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well said

My friend Clare Flourish has written a lovely and very lucid post which deserves much attention. I love it because it’s about defining yourself.

You are who you are but you need to figure that out for yourself. She grew up trying to be someone else like I did.

Clare transitioned fully and she is challenging you to ask yourself the right question: who are you?

The answer should be to ignore everyone else and look inside.....

https://clareflourish.wordpress.com/2017/02/12/the-pink-fog/

Comments

  1. It troubles me that these sentiments are not widely considered obvious. Even within the trans community, there is so much pressure to conform to arbitrary norms.

    I transitioned decades ago. I was relatively young. I present as binary female, and am as physically female as is medically possible for someone born reproductively male. No one knows I am Trans unless I reveal it, and when I do, jaws drop. I recognize the advantages and privileges I enjoy because of this, but it drives me bananas when I am held up as an example for others. I'm me. And all I encourage others to be is themselves.

    My best friend discovered she was non-binary on her journey. She described how's gh pressure she felt from others in the trans community to be anything but, and how she was initially afraid even to talk to me for fear of not measuring up. It was heartbreaking to hear that, and she soon realized uoon finally approaching me that no pressure to be anything besides herself would come from me. It has been delightful watching. Her grow and find herself over the years, presenting as somewhere in between man and woman, confidently and without apology.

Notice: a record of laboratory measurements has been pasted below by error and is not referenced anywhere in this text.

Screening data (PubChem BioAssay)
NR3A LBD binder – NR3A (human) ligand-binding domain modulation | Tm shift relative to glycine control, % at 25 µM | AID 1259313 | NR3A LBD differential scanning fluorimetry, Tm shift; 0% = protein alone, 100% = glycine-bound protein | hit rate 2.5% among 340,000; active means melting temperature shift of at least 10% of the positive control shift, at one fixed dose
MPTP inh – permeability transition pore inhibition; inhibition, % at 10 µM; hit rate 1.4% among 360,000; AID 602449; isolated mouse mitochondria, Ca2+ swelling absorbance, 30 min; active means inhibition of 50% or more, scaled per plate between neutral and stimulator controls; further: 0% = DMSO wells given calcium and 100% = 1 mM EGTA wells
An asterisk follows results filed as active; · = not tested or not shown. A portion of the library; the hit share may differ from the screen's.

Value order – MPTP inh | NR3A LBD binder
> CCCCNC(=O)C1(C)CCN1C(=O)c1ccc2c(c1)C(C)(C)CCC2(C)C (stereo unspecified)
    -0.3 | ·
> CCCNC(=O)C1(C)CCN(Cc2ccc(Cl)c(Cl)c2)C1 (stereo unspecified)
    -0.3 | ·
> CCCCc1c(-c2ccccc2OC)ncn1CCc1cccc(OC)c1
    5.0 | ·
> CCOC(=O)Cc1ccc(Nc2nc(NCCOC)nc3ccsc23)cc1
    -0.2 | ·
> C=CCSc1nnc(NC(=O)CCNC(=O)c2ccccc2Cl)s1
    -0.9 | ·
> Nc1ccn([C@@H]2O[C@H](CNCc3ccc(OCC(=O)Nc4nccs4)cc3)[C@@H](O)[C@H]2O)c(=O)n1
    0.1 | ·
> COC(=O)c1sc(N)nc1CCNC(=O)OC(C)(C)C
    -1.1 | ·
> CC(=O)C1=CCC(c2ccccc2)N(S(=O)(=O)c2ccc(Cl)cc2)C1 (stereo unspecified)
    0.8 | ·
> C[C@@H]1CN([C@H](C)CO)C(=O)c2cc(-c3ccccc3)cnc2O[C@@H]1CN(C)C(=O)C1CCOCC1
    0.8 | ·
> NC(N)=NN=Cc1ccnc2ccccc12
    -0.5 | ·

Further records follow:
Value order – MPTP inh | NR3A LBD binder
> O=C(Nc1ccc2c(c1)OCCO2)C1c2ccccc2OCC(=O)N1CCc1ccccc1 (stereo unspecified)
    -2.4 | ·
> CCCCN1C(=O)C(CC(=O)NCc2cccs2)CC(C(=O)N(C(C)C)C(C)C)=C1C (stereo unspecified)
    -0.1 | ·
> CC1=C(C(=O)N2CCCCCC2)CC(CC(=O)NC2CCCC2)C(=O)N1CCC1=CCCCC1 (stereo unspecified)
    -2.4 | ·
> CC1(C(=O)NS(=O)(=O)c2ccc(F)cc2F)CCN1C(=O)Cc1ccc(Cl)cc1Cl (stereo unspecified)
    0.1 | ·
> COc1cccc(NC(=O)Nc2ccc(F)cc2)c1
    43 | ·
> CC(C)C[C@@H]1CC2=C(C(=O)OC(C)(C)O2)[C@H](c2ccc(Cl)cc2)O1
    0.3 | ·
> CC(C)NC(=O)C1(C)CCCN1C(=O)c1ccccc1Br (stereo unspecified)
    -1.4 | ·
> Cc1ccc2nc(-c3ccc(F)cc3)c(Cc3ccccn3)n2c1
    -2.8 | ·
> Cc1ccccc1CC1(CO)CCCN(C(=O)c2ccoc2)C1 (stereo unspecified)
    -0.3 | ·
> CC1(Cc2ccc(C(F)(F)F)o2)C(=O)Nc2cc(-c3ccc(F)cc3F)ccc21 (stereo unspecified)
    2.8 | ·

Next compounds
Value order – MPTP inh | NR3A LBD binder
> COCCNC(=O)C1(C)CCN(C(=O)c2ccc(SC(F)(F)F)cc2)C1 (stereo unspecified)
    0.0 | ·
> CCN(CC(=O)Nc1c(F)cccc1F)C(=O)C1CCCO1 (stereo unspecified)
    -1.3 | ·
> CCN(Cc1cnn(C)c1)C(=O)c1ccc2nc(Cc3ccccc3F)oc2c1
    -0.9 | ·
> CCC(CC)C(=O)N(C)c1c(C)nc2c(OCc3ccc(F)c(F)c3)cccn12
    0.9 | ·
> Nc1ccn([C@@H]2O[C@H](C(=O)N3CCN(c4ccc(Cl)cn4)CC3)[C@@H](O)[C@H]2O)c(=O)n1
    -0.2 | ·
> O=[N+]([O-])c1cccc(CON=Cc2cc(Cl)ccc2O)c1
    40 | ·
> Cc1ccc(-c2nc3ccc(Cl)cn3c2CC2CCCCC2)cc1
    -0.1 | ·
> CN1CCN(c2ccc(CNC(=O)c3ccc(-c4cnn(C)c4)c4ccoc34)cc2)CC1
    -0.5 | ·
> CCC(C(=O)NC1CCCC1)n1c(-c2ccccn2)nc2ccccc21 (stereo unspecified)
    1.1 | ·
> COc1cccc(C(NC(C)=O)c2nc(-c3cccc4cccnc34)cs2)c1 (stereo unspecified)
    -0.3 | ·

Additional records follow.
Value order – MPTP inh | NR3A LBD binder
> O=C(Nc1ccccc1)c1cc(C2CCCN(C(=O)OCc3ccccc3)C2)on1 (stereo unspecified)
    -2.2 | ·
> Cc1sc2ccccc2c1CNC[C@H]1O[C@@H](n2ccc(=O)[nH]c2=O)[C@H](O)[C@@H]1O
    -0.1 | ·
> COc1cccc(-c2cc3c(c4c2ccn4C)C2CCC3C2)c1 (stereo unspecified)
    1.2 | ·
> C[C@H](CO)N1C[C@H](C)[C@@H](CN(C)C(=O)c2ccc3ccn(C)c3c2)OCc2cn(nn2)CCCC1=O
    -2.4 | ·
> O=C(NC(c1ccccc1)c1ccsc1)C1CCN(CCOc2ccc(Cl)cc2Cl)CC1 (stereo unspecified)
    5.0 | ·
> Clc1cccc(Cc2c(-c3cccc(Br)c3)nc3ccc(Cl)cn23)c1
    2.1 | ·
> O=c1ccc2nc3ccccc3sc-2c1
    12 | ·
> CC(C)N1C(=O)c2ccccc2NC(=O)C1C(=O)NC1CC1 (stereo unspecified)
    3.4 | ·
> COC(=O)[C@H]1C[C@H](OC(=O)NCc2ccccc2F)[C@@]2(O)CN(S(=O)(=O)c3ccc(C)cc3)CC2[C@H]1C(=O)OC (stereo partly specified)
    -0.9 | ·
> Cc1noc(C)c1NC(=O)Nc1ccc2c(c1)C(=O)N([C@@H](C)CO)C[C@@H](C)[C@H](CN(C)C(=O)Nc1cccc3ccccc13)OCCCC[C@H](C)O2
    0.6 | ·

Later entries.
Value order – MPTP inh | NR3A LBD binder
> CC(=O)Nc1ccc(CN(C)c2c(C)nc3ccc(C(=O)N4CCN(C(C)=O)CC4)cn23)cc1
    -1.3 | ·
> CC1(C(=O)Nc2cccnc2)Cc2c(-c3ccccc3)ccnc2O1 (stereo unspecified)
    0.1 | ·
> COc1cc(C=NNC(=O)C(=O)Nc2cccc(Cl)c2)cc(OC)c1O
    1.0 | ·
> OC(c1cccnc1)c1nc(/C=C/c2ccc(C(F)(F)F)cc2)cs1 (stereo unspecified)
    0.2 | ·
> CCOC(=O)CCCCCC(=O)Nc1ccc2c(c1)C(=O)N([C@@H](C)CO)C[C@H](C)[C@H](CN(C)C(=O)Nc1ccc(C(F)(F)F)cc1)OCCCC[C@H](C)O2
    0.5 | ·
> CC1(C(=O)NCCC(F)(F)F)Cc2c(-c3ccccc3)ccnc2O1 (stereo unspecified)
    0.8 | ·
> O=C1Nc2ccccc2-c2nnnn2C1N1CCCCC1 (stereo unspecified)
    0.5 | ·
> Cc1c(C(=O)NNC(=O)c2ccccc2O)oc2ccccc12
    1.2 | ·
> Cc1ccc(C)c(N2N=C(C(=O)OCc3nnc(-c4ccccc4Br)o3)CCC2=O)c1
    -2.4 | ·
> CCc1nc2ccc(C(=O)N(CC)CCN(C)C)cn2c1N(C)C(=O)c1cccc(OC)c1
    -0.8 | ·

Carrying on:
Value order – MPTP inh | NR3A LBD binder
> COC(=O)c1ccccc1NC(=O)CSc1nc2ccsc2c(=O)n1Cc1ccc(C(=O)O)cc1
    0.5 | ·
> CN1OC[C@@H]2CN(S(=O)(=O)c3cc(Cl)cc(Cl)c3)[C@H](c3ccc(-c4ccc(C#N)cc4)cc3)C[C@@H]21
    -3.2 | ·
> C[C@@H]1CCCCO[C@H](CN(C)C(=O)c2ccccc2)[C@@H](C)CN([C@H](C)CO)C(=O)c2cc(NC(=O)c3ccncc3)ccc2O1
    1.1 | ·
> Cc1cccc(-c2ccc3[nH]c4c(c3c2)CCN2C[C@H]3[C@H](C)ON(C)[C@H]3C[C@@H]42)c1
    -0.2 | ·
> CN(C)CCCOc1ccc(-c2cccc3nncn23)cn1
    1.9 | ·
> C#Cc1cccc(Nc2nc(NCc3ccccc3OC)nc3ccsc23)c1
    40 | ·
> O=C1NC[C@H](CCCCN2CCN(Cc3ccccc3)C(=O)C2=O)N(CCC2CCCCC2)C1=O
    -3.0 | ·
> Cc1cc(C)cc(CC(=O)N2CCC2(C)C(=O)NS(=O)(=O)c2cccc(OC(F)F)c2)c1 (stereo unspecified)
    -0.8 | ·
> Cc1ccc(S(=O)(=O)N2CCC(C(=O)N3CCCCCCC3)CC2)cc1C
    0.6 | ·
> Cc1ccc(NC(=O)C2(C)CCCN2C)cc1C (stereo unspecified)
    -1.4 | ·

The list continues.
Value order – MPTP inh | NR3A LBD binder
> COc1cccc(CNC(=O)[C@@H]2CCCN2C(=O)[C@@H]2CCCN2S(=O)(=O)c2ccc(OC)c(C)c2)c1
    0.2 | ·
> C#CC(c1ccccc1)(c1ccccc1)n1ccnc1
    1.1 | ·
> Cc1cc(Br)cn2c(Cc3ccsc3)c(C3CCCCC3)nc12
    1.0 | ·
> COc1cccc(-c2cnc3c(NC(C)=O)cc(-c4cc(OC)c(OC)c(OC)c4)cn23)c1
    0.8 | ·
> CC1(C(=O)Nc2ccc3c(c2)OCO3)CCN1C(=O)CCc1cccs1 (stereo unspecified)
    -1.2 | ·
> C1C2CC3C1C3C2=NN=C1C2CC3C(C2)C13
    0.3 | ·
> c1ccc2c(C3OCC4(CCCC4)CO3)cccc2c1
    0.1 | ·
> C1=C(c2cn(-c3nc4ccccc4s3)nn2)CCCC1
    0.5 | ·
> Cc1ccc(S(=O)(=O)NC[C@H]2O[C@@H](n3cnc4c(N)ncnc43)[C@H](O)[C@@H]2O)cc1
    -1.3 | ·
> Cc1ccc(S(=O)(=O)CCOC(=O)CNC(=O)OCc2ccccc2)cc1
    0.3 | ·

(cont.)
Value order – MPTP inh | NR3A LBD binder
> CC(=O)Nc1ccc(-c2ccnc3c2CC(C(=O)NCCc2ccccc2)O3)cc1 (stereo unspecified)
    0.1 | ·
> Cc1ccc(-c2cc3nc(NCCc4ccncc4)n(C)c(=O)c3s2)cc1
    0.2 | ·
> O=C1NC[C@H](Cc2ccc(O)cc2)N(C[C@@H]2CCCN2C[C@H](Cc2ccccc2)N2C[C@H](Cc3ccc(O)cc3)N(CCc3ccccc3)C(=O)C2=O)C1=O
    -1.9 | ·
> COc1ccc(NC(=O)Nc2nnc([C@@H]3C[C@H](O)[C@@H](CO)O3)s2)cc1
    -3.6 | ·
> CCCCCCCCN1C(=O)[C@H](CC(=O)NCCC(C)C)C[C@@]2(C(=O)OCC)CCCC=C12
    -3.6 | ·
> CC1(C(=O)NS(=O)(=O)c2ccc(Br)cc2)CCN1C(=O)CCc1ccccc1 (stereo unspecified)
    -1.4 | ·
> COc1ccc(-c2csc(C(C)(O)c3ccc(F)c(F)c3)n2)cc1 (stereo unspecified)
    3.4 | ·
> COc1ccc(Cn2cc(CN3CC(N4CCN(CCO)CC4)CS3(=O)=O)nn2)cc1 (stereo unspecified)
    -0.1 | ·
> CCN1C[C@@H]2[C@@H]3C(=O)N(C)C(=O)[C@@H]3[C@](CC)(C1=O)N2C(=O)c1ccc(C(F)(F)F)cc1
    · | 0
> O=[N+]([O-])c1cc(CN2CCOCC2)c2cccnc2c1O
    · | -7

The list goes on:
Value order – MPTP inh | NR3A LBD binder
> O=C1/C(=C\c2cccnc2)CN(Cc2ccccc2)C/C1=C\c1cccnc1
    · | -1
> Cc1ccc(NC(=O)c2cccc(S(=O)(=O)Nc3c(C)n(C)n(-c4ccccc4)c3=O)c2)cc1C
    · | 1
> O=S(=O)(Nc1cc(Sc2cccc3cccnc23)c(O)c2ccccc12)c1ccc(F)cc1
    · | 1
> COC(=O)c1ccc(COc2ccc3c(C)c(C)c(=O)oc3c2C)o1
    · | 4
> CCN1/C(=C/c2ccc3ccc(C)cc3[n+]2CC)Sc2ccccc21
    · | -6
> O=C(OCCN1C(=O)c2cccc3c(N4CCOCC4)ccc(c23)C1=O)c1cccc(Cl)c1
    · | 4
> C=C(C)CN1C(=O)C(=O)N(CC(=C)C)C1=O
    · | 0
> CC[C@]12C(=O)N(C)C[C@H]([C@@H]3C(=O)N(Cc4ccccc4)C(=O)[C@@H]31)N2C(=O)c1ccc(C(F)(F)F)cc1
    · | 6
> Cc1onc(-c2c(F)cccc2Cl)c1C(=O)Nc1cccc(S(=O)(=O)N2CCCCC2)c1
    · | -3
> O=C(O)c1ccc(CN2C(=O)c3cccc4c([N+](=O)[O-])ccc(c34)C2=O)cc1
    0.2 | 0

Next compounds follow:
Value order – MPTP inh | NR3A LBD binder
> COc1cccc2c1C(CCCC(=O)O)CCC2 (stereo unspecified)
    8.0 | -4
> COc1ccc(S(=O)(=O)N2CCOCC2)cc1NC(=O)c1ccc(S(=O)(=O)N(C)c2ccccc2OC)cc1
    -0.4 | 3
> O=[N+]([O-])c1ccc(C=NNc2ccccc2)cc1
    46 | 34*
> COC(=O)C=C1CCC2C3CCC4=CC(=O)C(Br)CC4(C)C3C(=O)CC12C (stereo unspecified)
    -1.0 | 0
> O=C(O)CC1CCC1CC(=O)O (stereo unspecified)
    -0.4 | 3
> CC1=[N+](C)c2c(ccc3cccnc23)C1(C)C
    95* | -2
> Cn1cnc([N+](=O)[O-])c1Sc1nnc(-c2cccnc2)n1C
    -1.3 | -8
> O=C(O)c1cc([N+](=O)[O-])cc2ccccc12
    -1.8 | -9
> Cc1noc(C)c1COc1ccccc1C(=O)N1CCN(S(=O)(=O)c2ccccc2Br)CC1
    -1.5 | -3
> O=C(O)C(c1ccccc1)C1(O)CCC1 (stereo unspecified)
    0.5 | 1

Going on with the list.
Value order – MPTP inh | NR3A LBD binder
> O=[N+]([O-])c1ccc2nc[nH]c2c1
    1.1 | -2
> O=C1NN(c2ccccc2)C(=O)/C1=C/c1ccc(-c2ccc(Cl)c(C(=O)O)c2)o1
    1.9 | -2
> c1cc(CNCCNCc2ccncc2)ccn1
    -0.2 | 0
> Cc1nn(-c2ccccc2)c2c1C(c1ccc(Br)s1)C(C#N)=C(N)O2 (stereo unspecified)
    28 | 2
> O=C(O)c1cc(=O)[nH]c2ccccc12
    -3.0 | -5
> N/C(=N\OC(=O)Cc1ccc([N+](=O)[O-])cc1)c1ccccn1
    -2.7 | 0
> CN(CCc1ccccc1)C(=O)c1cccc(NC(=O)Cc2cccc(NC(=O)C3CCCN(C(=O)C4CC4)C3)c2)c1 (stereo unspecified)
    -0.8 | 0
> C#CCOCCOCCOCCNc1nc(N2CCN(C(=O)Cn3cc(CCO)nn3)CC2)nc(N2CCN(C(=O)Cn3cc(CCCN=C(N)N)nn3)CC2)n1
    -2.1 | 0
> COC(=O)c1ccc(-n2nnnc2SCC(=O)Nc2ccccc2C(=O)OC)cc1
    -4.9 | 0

Being trans affords an opportunity for self discovery and self creation. Why limit that gift?

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    Replies
    1. I think that is Joanna's point, that we need to define ourselves and like you said, that is perfect in an of itself. I think it's wonderful that you transitioned so long ago and that you're so confident and comfortable in your skin. Bravo! I guess I would transition also (or be inclined to explore it much more) if I were several decades younger. For me, now almost 61, I am more inclined to make the best of myself, knowing that I am definitely transgender, dealing with my dysphoria as best I can, and just living in peace with that.

      But who knows. My wife and I are preparing to divorce soon and maybe with fewer worries and more freedom I may be compelled to explore that much more. We will see, but at least like you and Joanna said, I'll be defining myself as I go.

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    2. I am happy for you whatever and you are like my friend Sherry who no one would ever think in a million years she was born a boy.

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    3. :)

      I may appear more confident in my writing than in person (though I'm told I orject confidence in any setting). It has been a long journey. It did not stop upon surgery, and it has not yet stopped. I will always be a trans woman, and that comes with a host of challenges - telling potential partners, whether and when to tell friends, employers, etc, persevering in the face of ignorance and hatred, dealing with suspicion on the part of fellow trans women who presume I look down on them. Mostly remaining true to myself and reality.

      I've gotten better at this over the years, mostly having recognized the truth of this post's theme. I am me; I like me; and I am the ultimate judge of who I am.

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    4. you know what you are doing. I can tell...good for you.

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